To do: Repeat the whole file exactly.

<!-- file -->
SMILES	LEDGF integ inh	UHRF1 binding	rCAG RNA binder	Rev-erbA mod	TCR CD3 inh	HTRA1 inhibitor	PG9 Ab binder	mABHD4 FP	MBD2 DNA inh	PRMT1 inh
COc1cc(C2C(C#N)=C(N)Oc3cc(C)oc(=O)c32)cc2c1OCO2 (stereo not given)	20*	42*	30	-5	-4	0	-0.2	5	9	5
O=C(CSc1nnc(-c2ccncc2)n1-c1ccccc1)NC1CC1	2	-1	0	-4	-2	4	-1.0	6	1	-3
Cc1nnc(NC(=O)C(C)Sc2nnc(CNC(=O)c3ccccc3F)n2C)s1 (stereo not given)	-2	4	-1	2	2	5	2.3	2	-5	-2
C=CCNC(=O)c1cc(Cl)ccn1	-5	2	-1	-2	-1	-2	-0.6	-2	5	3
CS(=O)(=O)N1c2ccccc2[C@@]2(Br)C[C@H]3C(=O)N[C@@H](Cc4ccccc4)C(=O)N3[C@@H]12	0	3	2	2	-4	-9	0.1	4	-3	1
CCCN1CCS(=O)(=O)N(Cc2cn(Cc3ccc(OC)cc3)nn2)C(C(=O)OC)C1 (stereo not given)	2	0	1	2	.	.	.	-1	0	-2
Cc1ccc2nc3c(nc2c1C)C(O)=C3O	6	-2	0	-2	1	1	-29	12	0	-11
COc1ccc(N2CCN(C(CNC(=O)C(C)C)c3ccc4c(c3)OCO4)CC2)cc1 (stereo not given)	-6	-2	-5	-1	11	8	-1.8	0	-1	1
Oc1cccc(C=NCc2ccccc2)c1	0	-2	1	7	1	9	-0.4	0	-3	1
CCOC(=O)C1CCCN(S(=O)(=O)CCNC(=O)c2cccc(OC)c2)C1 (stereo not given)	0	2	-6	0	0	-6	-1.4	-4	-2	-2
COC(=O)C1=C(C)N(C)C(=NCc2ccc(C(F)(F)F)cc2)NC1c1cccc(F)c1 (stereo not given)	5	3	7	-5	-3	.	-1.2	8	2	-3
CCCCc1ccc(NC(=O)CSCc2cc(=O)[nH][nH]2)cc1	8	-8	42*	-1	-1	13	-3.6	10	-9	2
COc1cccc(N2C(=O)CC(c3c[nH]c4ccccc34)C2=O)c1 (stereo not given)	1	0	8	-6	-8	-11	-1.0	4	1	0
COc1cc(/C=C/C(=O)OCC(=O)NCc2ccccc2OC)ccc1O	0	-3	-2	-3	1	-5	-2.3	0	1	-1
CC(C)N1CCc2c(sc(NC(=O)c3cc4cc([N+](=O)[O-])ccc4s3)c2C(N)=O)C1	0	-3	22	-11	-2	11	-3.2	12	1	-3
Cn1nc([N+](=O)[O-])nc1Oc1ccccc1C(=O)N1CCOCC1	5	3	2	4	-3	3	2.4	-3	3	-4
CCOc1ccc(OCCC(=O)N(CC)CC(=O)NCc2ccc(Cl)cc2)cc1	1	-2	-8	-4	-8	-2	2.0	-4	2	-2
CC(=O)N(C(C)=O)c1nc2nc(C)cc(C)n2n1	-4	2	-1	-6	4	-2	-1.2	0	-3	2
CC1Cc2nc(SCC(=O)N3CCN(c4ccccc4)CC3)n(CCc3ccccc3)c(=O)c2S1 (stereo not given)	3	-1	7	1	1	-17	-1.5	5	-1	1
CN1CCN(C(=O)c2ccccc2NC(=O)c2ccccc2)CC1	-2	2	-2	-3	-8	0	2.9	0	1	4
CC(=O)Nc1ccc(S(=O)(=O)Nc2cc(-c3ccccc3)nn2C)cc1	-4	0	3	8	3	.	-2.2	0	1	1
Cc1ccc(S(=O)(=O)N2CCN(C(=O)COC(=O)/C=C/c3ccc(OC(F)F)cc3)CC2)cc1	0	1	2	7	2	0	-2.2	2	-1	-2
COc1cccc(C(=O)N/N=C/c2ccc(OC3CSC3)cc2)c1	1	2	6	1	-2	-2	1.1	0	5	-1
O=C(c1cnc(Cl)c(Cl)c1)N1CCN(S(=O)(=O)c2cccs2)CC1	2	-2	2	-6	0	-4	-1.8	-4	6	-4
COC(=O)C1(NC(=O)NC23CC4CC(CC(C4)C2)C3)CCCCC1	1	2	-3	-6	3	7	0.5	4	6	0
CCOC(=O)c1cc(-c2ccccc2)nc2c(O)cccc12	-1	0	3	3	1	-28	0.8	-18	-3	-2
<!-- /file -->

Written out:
SMILES	LEDGF integ inh	UHRF1 binding	rCAG RNA binder	Rev-erbA mod	TCR CD3 inh	HTRA1 inhibitor	PG9 Ab binder	mABHD4 FP	MBD2 DNA inh	PRMT1 inh
COc1cc(C2C(C#N)=C(N)Oc3cc(C)oc(=O)c32)cc2c1OCO2 (stereo not given)	20*	42*	30	-5	-4	0	-0.2	5	9	5
O=C(CSc1nnc(-c2ccncc2)n1-c1ccccc1)NC1CC1	2	-1	0	-4	-2	4	-1.0	6	1	-3
Cc1nnc(NC(=O)C(C)Sc2nnc(CNC(=O)c3ccccc3F)n2C)s1 (stereo not given)	-2	4	-1	2	2	5	2.3	2	-5	-2
C=CCNC(=O)c1cc(Cl)ccn1	-5	2	-1	-2	-1	-2	-0.6	-2	5	3
CS(=O)(=O)N1c2ccccc2[C@@]2(Br)C[C@H]3C(=O)N[C@@H](Cc4ccccc4)C(=O)N3[C@@H]12	0	3	2	2	-4	-9	0.1	4	-3	1
CCCN1CCS(=O)(=O)N(Cc2cn(Cc3ccc(OC)cc3)nn2)C(C(=O)OC)C1 (stereo not given)	2	0	1	2	.	.	.	-1	0	-2
Cc1ccc2nc3c(nc2c1C)C(O)=C3O	6	-2	0	-2	1	1	-29	12	0	-11
COc1ccc(N2CCN(C(CNC(=O)C(C)C)c3ccc4c(c3)OCO4)CC2)cc1 (stereo not given)	-6	-2	-5	-1	11	8	-1.8	0	-1	1
Oc1cccc(C=NCc2ccccc2)c1	0	-2	1	7	1	9	-0.4	0	-3	1
CCOC(=O)C1CCCN(S(=O)(=O)CCNC(=O)c2cccc(OC)c2)C1 (stereo not given)	0	2	-6	0	0	-6	-1.4	-4	-2	-2
COC(=O)C1=C(C)N(C)C(=NCc2ccc(C(F)(F)F)cc2)NC1c1cccc(F)c1 (stereo not given)	5	3	7	-5	-3	.	-1.2	8	2	-3
CCCCc1ccc(NC(=O)CSCc2cc(=O)[nH][nH]2)cc1	8	-8	42*	-1	-1	13	-3.6	10	-9	2
COc1cccc(N2C(=O)CC(c3c[nH]c4ccccc34)C2=O)c1 (stereo not given)	1	0	8	-6	-8	-11	-1.0	4	1	0
COc1cc(/C=C/C(=O)OCC(=O)NCc2ccccc2OC)ccc1O	0	-3	-2	-3	1	-5	-2.3	0	1	-1
CC(C)N1CCc2c(sc(NC(=O)c3cc4cc([N+](=O)[O-])ccc4s3)c2C(N)=O)C1	0	-3	22	-11	-2	11	-3.2	12	1	-3
Cn1nc([N+](=O)[O-])nc1Oc1ccccc1C(=O)N1CCOCC1	5	3	2	4	-3	3	2.4	-3	3	-4
CCOc1ccc(OCCC(=O)N(CC)CC(=O)NCc2ccc(Cl)cc2)cc1	1	-2	-8	-4	-8	-2	2.0	-4	2	-2
CC(=O)N(C(C)=O)c1nc2nc(C)cc(C)n2n1	-4	2	-1	-6	4	-2	-1.2	0	-3	2
CC1Cc2nc(SCC(=O)N3CCN(c4ccccc4)CC3)n(CCc3ccccc3)c(=O)c2S1 (stereo not given)	3	-1	7	1	1	-17	-1.5	5	-1	1
CN1CCN(C(=O)c2ccccc2NC(=O)c2ccccc2)CC1	-2	2	-2	-3	-8	0	2.9	0	1	4
CC(=O)Nc1ccc(S(=O)(=O)Nc2cc(-c3ccccc3)nn2C)cc1	-4	0	3	8	3	.	-2.2	0	1	1
Cc1ccc(S(=O)(=O)N2CCN(C(=O)COC(=O)/C=C/c3ccc(OC(F)F)cc3)CC2)cc1	0	1	2	7	2	0	-2.2	2	-1	-2
COc1cccc(C(=O)N/N=C/c2ccc(OC3CSC3)cc2)c1	1	2	6	1	-2	-2	1.1	0	5	-1
O=C(c1cnc(Cl)c(Cl)c1)N1CCN(S(=O)(=O)c2cccs2)CC1	2	-2	2	-6	0	-4	-1.8	-4	6	-4
COC(=O)C1(NC(=O)NC23CC4CC(CC(C4)C2)C3)CCCCC1	1	2	-3	-6	3	7	0.5	4	6	0
CCOC(=O)c1cc(-c2ccccc2)nc2c(O)cccc12	-1	0	3	3	1	-28	0.8	-18	-3	-2